# Talk:Simplest integral

This article was based only on an error. The article said:

"The simplest integral of a function is the general integral of that function, with the arbitary constant set equal to 0. Or, more formally, it is the unique integral of a function which has no constant [[terms in a function|terms]] in it."

So if the "integral" is sec^{2}(`x`) is that the "simplest integral" because it has no constant term, even though it is the same as tan^{2}(`x`)+1, which *does* have a constant term? Or is tan^{2}(`x`) the "simplest integral", having no constant term, so that tan^{2}(`x`)+1 would not be the "simplest integral", even though it is the same as sec^{2}(`x`), which appears to have no constant term? That example is typical. No one antiderivative of a function is privileged as "simpler" than all others. -- Mike Hardy

What I meant was, if we have sec^{2} and sec^{2} + 1, the sec^{2} is easier, even though they are both general integrals of the function. This concept is useful in, for example, the integrating factor method, and definite integration. We ignore the arbitrary constant, that is, we set it to 0, and the sums are simplified. If you can suggest a better name for this integral, your suggestion would be welcome. -- Adam Burley (Kidburla2002)

(note: in all the books I have read, it is called the simplest integral)

But sec^{2} is not intrinsically simpler than tan^{2}, which is equally correct. This kind of simplicity is *relative* to a system of notation and highly context-dependent. -- Mike Hardy

No, I agree, in fact tan^{2} you would probably say is SIMPLER than sec^{2}; more people know what the tan function is than the sec function. My point was not to give a condition that will always produce the simplest integral, because obviously it depends on how you do the actual integration. My point was that the simplest integral does not involve an ARBITRARY constant. It is obvious that sec^{2}, sec^{2} + 1, sec^{2} + 2, sec^{2} + 3 etc are all integrals, but surely you would agree that sec^{2} is the simplest of them all.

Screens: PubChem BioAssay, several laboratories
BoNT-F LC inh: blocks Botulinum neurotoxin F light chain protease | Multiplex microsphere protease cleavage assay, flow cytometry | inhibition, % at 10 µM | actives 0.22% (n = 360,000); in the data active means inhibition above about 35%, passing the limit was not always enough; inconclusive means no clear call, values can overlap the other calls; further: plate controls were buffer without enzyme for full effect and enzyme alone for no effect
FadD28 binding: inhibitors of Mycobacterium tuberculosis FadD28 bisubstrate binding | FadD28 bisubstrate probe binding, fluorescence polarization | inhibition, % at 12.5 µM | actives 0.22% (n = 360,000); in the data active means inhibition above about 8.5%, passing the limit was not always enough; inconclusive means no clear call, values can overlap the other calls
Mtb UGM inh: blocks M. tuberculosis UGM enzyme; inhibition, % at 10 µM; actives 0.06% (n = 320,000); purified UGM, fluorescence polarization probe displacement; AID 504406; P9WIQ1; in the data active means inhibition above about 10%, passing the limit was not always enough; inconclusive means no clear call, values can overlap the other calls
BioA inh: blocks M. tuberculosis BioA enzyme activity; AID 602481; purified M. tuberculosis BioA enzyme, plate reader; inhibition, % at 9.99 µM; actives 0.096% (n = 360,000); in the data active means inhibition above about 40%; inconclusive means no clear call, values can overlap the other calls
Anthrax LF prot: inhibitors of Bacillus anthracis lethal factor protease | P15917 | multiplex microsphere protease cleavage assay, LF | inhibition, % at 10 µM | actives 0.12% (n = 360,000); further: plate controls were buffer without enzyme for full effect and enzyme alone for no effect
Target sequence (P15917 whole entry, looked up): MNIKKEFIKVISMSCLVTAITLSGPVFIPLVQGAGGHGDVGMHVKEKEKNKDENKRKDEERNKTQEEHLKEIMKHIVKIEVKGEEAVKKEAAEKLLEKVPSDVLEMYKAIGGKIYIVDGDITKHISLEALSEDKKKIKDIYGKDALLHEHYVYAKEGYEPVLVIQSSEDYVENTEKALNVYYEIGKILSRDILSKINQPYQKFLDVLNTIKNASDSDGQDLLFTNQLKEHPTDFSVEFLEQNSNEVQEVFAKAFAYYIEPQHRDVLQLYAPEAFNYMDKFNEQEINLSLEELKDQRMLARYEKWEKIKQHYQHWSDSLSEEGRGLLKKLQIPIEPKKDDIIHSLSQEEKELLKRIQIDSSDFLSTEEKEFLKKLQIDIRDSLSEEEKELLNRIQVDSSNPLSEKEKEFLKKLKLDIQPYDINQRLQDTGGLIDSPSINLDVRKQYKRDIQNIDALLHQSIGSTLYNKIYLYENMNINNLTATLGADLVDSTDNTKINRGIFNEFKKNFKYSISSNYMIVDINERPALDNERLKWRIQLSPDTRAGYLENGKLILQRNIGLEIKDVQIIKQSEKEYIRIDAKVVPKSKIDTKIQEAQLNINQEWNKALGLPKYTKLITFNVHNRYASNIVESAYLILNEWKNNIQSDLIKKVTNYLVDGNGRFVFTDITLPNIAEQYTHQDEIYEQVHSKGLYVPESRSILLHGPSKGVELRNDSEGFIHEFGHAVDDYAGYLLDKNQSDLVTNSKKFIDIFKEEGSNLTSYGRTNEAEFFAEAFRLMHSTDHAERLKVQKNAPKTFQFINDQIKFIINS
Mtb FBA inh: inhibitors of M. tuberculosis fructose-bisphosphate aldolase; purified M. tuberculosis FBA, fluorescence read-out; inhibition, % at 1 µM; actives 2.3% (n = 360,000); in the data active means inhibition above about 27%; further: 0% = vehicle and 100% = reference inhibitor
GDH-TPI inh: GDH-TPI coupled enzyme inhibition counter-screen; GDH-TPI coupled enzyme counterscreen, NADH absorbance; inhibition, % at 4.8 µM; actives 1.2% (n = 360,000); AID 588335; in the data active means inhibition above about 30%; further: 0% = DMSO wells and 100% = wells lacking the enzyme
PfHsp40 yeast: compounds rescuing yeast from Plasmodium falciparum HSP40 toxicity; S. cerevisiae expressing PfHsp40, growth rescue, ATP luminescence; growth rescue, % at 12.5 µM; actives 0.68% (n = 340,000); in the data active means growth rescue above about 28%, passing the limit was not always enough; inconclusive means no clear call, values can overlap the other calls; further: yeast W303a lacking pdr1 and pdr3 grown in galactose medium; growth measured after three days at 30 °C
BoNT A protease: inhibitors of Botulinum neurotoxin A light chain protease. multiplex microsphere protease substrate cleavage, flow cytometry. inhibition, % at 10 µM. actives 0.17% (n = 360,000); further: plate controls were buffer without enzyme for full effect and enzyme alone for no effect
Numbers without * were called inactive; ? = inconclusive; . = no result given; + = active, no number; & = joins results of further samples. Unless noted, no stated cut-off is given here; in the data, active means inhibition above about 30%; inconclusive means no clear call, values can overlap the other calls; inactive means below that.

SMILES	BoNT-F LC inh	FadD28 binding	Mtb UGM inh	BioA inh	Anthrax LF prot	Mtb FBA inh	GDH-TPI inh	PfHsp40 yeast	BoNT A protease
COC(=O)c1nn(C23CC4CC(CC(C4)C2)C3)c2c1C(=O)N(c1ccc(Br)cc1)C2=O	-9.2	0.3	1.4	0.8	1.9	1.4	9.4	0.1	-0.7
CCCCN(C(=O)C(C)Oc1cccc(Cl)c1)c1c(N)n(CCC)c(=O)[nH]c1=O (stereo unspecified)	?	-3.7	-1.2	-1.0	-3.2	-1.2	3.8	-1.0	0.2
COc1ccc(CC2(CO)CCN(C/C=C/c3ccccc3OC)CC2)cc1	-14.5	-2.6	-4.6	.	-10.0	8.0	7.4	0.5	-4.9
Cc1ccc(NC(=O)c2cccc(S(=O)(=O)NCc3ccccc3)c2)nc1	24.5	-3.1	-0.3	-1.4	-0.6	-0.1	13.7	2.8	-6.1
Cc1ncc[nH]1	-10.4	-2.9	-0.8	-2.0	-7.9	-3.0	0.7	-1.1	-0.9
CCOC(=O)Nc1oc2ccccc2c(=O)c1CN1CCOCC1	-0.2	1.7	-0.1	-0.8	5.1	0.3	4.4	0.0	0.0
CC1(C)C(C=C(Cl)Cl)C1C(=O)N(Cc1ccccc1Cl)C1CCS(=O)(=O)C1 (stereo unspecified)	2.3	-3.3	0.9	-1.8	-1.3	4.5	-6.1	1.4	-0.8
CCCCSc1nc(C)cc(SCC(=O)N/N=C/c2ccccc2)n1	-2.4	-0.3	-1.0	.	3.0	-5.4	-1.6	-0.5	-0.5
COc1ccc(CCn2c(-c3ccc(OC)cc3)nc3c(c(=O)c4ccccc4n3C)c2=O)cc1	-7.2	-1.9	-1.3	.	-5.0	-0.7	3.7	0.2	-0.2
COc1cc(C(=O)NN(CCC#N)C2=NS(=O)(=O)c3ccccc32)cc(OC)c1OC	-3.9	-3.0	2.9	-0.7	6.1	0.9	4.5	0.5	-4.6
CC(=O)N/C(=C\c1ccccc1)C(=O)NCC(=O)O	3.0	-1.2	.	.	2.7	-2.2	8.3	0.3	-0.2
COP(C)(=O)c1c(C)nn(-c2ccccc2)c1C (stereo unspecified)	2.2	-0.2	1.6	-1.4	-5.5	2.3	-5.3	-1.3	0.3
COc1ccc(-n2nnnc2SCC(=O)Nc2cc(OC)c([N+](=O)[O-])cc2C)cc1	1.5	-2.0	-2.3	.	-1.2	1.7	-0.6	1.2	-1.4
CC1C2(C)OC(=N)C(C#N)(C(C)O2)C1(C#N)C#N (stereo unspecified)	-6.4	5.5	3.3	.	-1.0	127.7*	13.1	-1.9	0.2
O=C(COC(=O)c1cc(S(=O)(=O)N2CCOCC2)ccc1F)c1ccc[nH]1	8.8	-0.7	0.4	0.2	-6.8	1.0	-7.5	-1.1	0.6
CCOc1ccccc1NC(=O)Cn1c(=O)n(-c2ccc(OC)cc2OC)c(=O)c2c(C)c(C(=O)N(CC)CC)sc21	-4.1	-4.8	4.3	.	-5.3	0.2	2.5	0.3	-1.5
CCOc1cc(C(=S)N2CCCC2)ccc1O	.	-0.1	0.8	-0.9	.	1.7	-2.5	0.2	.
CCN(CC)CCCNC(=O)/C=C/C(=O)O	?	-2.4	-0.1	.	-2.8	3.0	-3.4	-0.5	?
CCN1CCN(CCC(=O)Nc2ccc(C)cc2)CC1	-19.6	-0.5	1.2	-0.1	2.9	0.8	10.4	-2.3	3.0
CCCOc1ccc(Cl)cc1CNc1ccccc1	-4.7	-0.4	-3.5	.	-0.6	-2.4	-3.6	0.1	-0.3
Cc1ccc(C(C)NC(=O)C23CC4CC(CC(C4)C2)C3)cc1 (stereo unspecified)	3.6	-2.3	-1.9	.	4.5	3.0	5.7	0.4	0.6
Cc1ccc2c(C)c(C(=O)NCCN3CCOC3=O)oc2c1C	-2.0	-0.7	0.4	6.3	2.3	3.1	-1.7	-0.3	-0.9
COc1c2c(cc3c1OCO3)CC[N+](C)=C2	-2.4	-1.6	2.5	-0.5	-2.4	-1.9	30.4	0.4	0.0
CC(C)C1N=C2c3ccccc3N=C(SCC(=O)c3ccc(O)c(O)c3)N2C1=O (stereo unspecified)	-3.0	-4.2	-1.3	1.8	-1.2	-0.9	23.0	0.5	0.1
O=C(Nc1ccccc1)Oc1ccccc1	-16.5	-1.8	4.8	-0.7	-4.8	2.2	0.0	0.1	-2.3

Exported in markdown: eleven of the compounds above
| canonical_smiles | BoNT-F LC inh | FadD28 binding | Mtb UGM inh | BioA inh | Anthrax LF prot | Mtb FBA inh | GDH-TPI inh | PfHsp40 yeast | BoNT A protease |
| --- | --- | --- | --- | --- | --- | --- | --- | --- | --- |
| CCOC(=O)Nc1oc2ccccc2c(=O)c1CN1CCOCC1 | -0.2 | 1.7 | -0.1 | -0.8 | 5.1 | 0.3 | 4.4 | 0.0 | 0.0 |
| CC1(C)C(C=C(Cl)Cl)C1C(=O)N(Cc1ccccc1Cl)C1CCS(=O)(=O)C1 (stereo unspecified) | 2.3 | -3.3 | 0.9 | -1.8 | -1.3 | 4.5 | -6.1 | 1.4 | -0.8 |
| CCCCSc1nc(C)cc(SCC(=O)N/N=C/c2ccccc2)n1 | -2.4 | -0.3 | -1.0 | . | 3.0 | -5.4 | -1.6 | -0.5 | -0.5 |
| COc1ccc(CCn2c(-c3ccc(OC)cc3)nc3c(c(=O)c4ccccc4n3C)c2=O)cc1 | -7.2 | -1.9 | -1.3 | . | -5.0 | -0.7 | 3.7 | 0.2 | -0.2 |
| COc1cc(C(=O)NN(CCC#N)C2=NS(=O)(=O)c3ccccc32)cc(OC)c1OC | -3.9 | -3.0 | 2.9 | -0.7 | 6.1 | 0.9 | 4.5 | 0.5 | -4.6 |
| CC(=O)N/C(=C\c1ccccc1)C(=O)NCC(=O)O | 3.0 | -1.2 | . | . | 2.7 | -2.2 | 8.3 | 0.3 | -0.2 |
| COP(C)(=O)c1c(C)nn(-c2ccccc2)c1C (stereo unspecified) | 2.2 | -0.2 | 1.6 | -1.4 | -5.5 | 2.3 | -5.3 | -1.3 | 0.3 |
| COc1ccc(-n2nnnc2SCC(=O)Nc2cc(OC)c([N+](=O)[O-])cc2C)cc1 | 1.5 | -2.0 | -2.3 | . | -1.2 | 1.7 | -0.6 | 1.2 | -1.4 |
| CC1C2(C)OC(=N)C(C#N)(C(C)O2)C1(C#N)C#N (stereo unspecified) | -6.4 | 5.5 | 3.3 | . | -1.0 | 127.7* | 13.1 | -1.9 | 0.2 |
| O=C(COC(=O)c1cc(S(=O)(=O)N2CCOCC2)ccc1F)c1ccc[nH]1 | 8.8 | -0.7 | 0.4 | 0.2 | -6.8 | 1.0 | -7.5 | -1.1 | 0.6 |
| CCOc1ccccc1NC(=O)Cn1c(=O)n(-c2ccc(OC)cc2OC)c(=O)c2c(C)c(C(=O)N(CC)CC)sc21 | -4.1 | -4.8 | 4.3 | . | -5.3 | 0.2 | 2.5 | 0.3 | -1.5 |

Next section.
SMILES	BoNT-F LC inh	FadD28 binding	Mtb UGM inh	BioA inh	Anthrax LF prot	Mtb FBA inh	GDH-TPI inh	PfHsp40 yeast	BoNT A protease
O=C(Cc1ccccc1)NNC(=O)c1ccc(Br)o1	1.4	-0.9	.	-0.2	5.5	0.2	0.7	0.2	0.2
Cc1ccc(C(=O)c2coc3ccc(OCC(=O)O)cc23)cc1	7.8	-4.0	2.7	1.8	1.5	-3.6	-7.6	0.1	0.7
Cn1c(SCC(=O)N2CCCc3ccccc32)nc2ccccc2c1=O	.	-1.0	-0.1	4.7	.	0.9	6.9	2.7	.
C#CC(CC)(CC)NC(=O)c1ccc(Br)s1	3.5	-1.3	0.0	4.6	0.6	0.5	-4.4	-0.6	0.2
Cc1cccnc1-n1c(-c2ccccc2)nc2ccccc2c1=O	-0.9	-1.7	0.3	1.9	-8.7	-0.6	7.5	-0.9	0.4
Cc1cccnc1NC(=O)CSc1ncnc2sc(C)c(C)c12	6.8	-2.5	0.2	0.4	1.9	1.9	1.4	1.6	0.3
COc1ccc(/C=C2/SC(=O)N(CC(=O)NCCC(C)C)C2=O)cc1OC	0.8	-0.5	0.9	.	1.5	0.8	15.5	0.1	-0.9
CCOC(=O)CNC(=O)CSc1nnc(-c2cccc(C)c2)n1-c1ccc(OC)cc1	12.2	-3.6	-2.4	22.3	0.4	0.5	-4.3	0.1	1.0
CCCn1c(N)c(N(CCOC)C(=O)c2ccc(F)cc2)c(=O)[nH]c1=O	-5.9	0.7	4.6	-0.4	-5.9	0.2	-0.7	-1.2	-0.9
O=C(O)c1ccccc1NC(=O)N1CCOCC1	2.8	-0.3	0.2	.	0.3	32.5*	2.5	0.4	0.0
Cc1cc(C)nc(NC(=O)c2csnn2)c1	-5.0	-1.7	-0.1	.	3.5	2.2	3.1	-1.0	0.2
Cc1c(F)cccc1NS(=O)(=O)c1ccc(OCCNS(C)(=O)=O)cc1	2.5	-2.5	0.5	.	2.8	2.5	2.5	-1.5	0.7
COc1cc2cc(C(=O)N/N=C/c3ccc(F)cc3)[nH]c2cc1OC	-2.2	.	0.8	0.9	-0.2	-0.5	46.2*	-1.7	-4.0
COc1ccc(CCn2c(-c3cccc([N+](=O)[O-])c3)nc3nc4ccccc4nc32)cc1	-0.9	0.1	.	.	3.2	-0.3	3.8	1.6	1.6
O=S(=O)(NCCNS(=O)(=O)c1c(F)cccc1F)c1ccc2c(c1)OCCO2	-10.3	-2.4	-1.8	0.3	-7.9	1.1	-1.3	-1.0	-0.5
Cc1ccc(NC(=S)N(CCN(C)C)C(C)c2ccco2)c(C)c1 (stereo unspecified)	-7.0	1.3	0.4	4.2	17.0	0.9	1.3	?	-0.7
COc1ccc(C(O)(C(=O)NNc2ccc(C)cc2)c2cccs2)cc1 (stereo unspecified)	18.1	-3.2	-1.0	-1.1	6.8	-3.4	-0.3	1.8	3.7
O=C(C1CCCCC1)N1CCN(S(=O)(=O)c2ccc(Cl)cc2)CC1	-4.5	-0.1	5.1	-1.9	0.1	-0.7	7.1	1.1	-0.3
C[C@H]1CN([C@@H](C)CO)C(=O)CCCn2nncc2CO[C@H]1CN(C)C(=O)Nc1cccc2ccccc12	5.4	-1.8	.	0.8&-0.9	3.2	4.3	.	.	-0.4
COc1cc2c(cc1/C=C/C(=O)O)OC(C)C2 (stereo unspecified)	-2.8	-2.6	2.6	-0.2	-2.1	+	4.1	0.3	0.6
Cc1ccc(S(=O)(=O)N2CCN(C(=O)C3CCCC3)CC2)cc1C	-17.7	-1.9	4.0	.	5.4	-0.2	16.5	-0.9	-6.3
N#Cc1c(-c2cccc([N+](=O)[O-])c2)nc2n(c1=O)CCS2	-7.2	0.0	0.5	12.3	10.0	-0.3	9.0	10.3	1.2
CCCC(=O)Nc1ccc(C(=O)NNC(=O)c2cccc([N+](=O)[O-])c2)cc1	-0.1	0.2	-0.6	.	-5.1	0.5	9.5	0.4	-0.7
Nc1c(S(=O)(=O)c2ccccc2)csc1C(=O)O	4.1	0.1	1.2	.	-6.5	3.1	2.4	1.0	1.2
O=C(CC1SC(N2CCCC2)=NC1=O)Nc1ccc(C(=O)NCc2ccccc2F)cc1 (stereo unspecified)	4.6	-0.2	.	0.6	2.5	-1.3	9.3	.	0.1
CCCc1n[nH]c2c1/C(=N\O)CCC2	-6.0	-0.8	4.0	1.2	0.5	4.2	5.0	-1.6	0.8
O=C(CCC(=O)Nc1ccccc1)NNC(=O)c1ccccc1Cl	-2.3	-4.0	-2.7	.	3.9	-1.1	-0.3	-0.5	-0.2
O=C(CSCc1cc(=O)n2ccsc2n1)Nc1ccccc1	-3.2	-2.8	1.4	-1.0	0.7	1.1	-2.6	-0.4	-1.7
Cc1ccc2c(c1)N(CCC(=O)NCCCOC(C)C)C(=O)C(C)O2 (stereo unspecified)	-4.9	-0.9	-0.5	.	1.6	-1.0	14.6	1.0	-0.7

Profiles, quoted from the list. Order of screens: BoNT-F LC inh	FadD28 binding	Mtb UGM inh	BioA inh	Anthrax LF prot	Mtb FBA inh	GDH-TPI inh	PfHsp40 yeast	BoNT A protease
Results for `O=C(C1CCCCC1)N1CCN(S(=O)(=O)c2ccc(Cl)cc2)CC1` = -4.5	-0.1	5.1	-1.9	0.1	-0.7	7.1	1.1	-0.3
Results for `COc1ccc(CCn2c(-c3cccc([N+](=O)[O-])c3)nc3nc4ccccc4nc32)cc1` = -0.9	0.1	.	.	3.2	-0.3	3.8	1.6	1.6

I'm going to rewrite this article at the next opportunity. Kidburla2002

This article should be deleted. It does not make any mathematical sence. If one wishes one can make simple names for an arbritrary function. For example define ed(x) to be cos(x)-457. Now ed(x) has a simpler name than cos(x) and it certainly doesn't have a constant. Is then ed(x) the simplest antiderivative of sin(x)? I don't think the phrase "there is no arbitrary constant" makes any mathematical sence. Isn't 0 a constant? Why 0 is less arbitrary than (say) 1? And the whole point of definite integration is that what the constant does not realy matter. It cancels out! One can use any antiderivative. I fail to see where this "concept" is useful.

I am removing this page since it really doesn't make sence (see previous comment). In case that there is an objection here are its contens:

The **simplest integral** of a function is an integral with the arbitrary constant of integration set to 0. More specifically, it is an integral of the function with no constant terms in it.

The simplest integral is not necessarily unique. For example, if an integral of a function is sec^{2}(*x*), then another integral is sec^{2}(*x*) + 1 because we have just set the arbitrary constant to 1. Now, sec^{2}(*x*) + 1 is tan^{2}(*x*), and this is also an integral with no constant terms in it.

Therefore, if more than one simplest integral exists, then you can use any simplest integral of the function where a simplest integral is needed. Such uses include the integrating factor method and definite integration.

- no objections here -- Tarquin 23:47 Jan 21, 2003 (UTC)

No objections here either. Pages that link here need to be fixed though. AxelBoldt 22:12 Mar 8, 2003 (UTC)